The main economic problem for the U.S. is the Republican Party's "No New Taxes" pledge. It has been good for partisan politics, but bad for the nation's economy. There is still plenty of government waste, and imperialistic adventures are bleeding the U.S. dry. But mainly low taxes are the cause of the deficit. Pay now or pay more later is a rule for taxpayers. Say half the Bush tax cuts for the wealthy were eliminated. Couldn't the billionaires live with that? They'd still be paying lower tax rates than at any time since World War II, but the deficit could be eliminated and there might even be some money for infrastructure that is not Congressionally earmarked crud.

One last note: Celgene (CELG). Boy, did I think I was smart to buy this company earlier this year. Then they announced an expensive merger. Okay, I could live with that. Recently there has been speculation that a rival will cut into their Revlimid franchise. Ouch! I can't decide whether to buy more stock because it is cheap or to be cautious here.

My best stock in 2007: Microsoft (MSFT). Despite all the mud slung at it, it does a number of things way better than any of its competitors. Internet bandwidths are just not sufficient to allow serious office productivity to run on the Internet. After years of Google hype, when you look at Google numbers, all its revenues come from ad sales. That is great, it is a great, profitable, and useful company (this blog is run on Google). But it is little or no threat to Microsoft's core business, or Adobe's for that matter. Modern PCs are supercomputers; those who know how to use this amazing tool can run circles around those who use them as glorified typewriters.

Monday, December 3, 2007

Amgen Valuation (AMGN)

Amgen (AMGN) is a well-established biotechnology, pharmaceutical company that is included in the NASDAQ 100. As I write its market capitalization is $59.8 billion. That is with a share price of $55.04. In the past 52 weeks its high has been $76.95 and the low has been $48.30.

For such large market capitalization stocks usually you can just look at the P/E ratio (price to earnings per share, which equals the ratio of market capitalization to net income) and get an idea idea of whether the stock is over or under valued. If revenues and earnings are growing rapidly the P/E should be higher than if growth is slow or stagnating.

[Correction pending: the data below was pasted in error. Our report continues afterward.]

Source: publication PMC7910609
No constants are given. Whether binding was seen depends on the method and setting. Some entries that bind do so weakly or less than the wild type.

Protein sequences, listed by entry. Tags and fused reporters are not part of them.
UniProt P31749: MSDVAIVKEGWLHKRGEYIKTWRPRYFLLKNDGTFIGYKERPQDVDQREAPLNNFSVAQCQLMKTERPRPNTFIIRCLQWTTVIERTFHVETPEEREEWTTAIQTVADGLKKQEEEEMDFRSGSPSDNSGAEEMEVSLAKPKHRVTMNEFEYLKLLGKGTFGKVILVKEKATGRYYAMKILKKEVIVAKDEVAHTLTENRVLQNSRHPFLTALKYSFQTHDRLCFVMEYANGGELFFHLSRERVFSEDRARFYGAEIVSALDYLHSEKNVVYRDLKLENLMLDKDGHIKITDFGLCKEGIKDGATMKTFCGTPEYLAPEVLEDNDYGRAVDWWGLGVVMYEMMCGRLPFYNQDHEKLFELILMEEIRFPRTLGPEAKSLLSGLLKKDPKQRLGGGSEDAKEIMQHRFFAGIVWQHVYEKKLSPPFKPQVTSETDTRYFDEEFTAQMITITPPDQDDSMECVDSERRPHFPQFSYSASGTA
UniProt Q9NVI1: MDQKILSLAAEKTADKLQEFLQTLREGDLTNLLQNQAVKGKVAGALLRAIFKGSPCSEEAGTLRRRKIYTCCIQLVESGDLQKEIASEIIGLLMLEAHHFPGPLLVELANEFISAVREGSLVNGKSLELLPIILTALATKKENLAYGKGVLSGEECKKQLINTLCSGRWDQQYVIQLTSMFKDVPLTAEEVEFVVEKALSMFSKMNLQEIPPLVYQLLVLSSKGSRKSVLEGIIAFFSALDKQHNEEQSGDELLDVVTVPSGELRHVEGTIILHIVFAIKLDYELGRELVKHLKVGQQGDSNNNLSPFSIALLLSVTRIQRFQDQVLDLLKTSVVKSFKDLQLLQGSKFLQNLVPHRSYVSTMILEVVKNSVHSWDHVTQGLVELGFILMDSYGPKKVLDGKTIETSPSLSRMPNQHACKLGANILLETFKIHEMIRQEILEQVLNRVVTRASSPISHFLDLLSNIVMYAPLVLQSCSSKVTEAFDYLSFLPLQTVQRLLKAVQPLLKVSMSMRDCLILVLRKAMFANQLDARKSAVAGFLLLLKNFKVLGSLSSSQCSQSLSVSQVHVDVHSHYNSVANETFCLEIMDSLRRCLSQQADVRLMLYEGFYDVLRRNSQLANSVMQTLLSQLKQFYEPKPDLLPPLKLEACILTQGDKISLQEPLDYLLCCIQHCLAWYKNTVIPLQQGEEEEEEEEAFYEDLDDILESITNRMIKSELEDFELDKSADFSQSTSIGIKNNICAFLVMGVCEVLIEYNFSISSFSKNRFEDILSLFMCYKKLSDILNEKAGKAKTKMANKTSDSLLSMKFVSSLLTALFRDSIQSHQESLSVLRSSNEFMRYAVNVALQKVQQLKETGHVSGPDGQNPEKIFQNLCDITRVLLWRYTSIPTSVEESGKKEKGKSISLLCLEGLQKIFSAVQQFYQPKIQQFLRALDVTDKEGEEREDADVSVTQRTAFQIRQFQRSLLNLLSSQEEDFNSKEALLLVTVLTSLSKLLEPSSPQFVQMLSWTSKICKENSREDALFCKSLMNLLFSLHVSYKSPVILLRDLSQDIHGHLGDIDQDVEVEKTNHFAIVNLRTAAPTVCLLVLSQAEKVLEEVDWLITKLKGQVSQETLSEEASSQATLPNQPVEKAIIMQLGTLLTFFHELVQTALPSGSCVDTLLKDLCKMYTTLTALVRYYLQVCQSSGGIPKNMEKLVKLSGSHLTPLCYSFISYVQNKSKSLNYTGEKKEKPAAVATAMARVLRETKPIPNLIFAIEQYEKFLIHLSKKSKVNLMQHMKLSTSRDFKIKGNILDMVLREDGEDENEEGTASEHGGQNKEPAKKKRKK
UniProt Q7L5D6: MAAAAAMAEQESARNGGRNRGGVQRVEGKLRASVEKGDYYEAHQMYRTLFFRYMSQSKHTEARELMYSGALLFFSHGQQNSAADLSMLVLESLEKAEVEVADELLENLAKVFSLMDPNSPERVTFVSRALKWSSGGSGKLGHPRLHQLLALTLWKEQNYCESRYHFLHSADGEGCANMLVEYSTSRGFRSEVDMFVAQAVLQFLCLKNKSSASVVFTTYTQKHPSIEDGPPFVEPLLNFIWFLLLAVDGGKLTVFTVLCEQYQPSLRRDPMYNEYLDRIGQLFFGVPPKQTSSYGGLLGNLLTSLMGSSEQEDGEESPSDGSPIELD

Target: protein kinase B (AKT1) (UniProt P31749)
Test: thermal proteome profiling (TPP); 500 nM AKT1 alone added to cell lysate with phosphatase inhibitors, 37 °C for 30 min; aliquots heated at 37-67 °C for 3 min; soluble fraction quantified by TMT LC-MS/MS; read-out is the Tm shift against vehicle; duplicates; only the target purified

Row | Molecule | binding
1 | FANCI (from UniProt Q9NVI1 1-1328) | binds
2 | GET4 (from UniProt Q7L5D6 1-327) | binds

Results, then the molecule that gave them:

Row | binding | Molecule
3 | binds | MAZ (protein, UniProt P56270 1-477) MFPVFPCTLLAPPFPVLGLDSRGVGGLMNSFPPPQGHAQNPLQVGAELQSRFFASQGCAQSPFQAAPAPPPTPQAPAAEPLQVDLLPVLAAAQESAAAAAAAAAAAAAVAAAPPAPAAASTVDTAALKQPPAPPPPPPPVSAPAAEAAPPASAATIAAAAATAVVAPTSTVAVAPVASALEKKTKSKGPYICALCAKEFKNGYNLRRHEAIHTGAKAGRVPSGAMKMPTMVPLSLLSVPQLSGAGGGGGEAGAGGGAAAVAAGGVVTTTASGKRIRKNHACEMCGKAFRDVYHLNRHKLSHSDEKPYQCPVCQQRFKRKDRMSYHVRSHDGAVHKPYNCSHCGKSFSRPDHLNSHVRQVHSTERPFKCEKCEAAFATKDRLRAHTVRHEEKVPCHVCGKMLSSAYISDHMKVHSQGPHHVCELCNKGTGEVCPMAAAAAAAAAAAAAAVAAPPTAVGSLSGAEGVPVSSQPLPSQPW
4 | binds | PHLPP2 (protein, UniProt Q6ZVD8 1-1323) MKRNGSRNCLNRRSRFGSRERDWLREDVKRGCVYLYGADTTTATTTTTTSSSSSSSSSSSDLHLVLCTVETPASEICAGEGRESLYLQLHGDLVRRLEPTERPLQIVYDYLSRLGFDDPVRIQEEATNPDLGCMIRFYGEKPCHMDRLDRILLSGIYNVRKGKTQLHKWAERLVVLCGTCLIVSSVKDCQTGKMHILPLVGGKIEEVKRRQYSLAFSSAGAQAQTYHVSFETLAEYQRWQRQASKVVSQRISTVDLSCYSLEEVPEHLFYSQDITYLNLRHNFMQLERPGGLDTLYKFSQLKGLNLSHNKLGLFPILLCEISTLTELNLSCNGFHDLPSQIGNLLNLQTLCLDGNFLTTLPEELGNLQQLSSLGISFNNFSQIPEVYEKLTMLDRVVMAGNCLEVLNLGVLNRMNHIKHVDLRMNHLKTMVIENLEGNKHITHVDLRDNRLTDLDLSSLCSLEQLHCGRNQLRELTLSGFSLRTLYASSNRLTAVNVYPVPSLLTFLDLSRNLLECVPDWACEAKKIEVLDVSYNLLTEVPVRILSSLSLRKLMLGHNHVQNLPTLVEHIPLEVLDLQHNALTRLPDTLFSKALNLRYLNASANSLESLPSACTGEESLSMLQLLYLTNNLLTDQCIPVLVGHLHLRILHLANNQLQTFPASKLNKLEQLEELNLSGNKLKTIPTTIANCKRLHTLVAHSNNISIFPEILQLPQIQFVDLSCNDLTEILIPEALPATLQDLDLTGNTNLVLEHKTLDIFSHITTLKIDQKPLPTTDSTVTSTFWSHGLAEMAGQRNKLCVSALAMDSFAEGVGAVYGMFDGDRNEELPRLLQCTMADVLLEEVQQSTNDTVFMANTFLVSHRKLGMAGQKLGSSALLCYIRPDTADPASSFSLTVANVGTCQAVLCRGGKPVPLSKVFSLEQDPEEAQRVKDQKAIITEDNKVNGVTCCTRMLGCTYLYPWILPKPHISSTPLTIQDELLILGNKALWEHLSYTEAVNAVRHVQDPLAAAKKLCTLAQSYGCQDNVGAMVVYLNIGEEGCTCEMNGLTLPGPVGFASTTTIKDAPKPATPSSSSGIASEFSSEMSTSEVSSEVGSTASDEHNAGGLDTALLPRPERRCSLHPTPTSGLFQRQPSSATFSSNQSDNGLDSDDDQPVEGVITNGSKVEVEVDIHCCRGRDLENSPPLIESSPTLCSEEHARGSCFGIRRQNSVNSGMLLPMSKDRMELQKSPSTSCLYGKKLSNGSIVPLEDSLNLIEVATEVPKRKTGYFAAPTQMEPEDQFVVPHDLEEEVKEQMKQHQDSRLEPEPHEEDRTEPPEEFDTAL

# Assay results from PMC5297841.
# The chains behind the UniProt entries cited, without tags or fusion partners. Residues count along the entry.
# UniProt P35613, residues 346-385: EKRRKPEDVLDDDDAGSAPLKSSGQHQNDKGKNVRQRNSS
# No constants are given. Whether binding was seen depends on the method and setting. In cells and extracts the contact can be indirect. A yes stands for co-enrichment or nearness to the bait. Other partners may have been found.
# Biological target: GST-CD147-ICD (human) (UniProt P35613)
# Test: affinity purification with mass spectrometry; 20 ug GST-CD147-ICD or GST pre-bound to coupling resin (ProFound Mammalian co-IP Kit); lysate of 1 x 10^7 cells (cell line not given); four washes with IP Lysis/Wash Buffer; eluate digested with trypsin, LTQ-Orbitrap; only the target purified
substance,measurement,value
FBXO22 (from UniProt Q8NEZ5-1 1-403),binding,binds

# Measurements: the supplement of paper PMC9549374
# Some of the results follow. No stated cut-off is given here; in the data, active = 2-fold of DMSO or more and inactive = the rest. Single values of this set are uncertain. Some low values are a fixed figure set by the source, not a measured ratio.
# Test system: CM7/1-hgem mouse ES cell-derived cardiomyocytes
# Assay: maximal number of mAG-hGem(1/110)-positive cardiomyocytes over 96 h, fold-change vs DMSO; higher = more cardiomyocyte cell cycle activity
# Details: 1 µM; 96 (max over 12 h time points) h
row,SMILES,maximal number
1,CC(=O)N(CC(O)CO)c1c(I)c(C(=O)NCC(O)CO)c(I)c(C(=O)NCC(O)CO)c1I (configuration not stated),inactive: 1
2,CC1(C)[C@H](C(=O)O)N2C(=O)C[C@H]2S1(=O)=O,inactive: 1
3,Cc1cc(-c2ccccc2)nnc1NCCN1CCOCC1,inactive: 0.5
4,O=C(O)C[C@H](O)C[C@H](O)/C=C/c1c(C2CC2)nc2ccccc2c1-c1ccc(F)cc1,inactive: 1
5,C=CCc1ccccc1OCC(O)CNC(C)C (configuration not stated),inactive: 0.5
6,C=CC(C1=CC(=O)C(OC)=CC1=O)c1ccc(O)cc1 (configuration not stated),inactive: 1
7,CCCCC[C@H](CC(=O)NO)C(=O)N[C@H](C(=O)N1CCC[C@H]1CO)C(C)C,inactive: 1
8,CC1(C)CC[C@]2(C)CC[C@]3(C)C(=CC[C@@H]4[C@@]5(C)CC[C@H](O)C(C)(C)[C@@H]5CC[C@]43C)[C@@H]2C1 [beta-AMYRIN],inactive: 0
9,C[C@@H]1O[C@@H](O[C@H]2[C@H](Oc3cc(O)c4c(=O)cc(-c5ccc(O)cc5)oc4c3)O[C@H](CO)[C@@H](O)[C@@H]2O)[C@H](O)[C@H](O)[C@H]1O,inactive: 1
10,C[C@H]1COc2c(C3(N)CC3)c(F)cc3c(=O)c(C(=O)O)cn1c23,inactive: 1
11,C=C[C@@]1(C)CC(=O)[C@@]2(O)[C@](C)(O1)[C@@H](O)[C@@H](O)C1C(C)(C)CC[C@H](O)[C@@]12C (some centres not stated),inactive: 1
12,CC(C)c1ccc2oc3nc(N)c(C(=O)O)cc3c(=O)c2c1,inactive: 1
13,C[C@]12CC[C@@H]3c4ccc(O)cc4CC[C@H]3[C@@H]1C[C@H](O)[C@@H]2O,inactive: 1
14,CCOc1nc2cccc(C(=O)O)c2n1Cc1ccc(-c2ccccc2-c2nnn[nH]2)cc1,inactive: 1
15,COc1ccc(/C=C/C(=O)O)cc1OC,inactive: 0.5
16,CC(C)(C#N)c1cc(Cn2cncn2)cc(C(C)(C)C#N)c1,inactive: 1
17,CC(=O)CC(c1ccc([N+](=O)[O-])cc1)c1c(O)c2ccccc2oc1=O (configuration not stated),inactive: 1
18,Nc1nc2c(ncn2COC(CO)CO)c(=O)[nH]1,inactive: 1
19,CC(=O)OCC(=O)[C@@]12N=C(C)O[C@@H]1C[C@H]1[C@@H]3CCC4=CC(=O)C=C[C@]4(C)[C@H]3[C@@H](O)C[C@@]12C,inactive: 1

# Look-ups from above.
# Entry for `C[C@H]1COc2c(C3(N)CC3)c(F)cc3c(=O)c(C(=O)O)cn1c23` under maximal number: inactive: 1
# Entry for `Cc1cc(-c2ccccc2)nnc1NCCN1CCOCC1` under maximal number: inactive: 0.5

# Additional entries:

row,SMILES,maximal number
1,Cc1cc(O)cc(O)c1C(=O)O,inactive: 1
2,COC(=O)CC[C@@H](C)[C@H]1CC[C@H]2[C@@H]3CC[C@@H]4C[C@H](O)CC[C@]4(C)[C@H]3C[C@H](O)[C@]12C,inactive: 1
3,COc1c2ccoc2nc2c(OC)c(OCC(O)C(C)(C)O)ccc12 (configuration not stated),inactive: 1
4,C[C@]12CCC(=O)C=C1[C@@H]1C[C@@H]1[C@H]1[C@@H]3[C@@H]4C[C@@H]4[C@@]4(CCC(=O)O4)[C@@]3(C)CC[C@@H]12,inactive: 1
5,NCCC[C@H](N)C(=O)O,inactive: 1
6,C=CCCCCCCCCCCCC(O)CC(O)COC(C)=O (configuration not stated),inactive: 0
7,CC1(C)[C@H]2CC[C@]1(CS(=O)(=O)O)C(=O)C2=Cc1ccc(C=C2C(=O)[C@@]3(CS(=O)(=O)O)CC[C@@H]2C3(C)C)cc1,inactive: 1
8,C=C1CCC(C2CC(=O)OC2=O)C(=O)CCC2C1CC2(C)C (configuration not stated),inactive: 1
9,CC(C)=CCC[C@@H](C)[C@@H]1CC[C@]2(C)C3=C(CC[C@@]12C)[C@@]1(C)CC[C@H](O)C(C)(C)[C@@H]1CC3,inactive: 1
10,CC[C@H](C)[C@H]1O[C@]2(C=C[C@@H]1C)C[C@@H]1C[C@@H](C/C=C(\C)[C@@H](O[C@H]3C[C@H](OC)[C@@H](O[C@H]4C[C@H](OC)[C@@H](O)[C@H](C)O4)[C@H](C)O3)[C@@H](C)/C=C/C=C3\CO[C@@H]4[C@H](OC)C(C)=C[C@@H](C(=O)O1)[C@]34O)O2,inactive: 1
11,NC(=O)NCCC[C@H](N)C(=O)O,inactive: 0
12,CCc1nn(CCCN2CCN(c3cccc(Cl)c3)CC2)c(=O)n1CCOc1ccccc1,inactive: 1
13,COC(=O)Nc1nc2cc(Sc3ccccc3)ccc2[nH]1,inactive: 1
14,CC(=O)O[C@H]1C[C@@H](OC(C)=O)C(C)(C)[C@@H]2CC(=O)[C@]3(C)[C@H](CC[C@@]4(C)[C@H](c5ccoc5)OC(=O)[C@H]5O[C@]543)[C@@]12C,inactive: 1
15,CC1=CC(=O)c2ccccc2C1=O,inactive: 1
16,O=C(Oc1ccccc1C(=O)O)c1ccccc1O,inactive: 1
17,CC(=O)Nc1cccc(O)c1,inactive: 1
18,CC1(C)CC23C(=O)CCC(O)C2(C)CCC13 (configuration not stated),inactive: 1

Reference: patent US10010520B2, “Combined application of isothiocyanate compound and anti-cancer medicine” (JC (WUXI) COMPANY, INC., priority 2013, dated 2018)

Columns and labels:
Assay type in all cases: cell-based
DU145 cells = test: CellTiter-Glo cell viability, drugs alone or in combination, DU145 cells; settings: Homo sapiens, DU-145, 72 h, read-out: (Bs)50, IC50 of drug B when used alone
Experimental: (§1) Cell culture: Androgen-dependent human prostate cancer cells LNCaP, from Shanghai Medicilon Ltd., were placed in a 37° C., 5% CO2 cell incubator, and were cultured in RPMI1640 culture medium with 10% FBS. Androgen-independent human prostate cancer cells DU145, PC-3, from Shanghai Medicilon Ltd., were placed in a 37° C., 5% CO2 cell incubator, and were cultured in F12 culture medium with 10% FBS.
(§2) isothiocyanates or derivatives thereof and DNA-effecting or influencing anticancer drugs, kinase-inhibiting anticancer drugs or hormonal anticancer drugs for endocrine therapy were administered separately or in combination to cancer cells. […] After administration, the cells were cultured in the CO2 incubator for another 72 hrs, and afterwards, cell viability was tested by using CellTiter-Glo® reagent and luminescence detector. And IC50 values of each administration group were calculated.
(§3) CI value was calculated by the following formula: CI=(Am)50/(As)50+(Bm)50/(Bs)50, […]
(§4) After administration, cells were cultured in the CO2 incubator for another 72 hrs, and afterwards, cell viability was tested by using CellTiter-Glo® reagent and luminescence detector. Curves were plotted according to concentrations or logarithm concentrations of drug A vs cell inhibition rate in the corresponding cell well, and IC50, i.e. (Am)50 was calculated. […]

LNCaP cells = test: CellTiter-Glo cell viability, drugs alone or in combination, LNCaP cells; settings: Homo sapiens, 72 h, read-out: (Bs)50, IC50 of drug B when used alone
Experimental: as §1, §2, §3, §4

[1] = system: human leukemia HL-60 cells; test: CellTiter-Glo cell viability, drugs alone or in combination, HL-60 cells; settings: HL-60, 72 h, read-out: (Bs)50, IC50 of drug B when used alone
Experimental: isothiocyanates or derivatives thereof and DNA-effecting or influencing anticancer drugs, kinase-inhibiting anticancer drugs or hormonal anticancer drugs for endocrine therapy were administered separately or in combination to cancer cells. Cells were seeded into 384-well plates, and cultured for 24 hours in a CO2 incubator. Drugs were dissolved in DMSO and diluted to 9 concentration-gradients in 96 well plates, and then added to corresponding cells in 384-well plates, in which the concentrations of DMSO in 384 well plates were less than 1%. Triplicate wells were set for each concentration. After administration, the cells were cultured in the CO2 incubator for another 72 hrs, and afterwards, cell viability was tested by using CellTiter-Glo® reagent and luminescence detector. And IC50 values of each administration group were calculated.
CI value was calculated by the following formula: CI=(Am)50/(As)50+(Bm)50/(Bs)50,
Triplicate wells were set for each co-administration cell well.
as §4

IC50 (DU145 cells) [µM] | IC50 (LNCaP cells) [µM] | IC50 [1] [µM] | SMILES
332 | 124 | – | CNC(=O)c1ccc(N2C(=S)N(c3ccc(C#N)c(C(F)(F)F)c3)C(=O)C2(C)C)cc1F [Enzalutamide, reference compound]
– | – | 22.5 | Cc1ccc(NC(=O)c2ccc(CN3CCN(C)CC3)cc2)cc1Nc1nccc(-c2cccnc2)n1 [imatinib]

Nasdaq lists Amgen's trailing P/E ratio (today's price divided by earnings per share from the past 4 reported quarters) as 13.17. Which inverts to a rate of return of 7.6%. That is real cheap for a famous biotechnology stock. So is it time to grab Amgen shares, or is something going on that urges caution even at this price?

Amgen has been hurt by questions about two of its blockbuster drugs, Arenesp and Epogen. Both drugs saw year-over-year revenue declines in the latest quarter. Both drugs are ESAs (Erythropoiesis Stimulating Agents), which means they cause red blood cell levels in the blood to increase. They are used to compensate for anemia induced by chemotherapy for cancer. The problem is that if the resulting hemoglobin level is kept too high, there appears to be increased risk of heart attack, stroke, blood clots, and accelerated tumor growth. This was not discovered during the clinical trials. When it was announced, naturally doctors cut back on using the drugs. (See also Amgen's November 8 press release).